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Cynthia Cale (left), pursing a master's degree in Human Biology  at the University of Indianapolis , designed and conducted the secondary DNA transfer study with fellow student Madison Earll (not pictured), who has since earned her degree. They worked under the guidance of Associate Professor Krista Latham (right).Touch DNA can be transferred by a handshake from one person to another, then to an object like a knife or a gun. But new research has found that Touch DNA analysis can erroneously implicate a person who never even laid eyes on the weapon as the main contributor of the DNA on its handle. 

The startling finding, reached by University of Indianapolis scientists, means that the invisible traces we may be leaving everywhere we go – scientists don’t yet understand the minute mechanics at work – could be affecting current and future cases. But how far back the traces could affect past verdicts, and sentences, has yet to be determined.

The results won’t cause a wholesale reevaluation of criminal convictions, contends Cynthia Cale, the lead author of the study forthcoming in the January issue of the Journal of Forensic Science.

Cale told Forensic Magazine that now is a crucial time to begin understanding how touch DNA needs to be interpreted and analyzed – not just by forensic analysts, but also by prosecutors and defense attorneys. The new technology means we have to relearn how to think about DNA, she said in the phone interview.

“With the increased sensitivity, we’re going to be detecting more DNA regardless,” Cale said. “It could be any DNA left on that object, and it’s going to cause interpretation to be more complicated. I don’t think it’s calling into question old cases – it’s now and into the future,” she added.

Cale’s experiments began with a two-minute handshake between two people then handling a knife led to the DNA profile of the person who never touched the weapon being identified on the swab of the weapon handle in 85 percent of the samples, according to a new study by University of Indianapolis researchers, entitled “Could Secondary DNA Transfer Falsely Place Someone at the Scene of a Crime?”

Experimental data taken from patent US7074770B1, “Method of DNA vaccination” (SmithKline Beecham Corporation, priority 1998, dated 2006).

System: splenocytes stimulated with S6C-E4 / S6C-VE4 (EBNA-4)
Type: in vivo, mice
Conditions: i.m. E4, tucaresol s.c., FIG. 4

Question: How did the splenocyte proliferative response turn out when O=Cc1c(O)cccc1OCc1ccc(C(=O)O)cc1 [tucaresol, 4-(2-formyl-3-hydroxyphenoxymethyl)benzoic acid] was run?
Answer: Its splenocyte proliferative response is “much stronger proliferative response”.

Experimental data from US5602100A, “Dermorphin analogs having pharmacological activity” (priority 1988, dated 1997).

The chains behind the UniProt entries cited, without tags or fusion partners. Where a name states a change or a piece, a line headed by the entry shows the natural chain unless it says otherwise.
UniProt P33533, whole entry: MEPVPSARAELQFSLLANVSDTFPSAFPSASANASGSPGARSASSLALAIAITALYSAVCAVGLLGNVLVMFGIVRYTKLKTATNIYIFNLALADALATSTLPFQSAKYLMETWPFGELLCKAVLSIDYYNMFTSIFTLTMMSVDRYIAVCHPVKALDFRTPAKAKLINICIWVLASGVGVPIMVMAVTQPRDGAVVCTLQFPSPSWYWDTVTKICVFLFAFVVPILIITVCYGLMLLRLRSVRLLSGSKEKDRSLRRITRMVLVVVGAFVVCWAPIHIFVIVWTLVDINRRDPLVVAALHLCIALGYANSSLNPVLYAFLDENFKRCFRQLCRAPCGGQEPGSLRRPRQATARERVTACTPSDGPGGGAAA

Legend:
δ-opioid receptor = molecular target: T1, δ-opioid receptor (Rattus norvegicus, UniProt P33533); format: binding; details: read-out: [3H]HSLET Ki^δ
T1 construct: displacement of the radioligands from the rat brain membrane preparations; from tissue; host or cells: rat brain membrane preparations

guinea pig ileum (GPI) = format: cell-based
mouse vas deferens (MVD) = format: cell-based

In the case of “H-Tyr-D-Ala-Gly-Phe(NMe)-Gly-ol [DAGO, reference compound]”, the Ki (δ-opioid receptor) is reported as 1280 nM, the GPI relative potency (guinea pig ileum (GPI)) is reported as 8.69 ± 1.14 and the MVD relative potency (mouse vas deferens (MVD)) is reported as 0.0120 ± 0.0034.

In one-fifth of those experiments, the person who had never directly touched the knife was identified as the main or only contributor of the DNA on the handle, according to the study.
Cale called the results potentially “scary,” in a school statement announcing the results.

Previous work had established the possibility of transferring DNA before. As early as 2002, the possibility was mentioned by a group of researchers in the United Kingdom. However, the results have not always appeared to be consistent, since it appears the capacity to “shed” DNA is different from person to person, and can even change at different times for different people. A 2007 study in New Zealand, for instance, found that the phenomenon of “good shedders” was relatively insignificant. But only a handful of studies have looked at the possibilities.

“It’s something that’s been mentioned before, but it gets lost in the mix. This could possibly be a concern for us in the future,” Cale said.

Now that DNA-testing is more sensitive than ever before, looking at the possibilities are crucial, she added.

“Every couple years a new article would come out about secondary DNA transfer. For the most part they would say, it could happen, but it’s not going to impact casework in any great capacity. But the tools are increasing sensitivity. I wanted to revisit the issue with current kits… to see if we might have problems in the future.”

Although the sensitivity of the DNA kits has only recently reached the point where the minute traces can be detected, the potential that it could affect verdicts and sentences stretches back nearly a decade, according to Lawrence Kobilinsky, a professor of forensic science and chair of the Department of Sciences at John Jay College.

The Office of the Chief Medical Examiner in New York City has been using high-sensitivity of testing in all five boroughs since January 2006 – and he himself has consulted on cases where secondary transfer could change a previous outcome, Kobilinsky said.

“I believe that this (study) constitutes new information and may be used to overturn a conviction and open the door to a new trial,” the John Jay forensics expert told Forensic. “I think that the present findings may not only impact current and future cases but may also impact previous cases where convictions were obtained based on finding the defendant’s DNA on a weapon.
“I see this as an important issue for labs performing low copy number testing of casework,” Kobilinsky added.

One particular case in Californa made healdines. A man spent months in prison on a murder charge before it was proven that he was hospitalized and so drunk he was incapacitated at the time of the killing. It was later discovered that the same first responders who had treated him and transported him for medical attention shortly afterward responded to the crime scene.

The initial reasoning behind the study was to examine whether first-responders or crime-scene investigators could transfer their DNA to a place where it could contaminate evidence, Cale said. But it appeared the results indicated that it could even implicate unrelated people who just happened to leave their DNA on another person or an object that could become a point of investigative interest.

Cale said analyzing the science – and the understanding of untold variables still not understood – is paramount.

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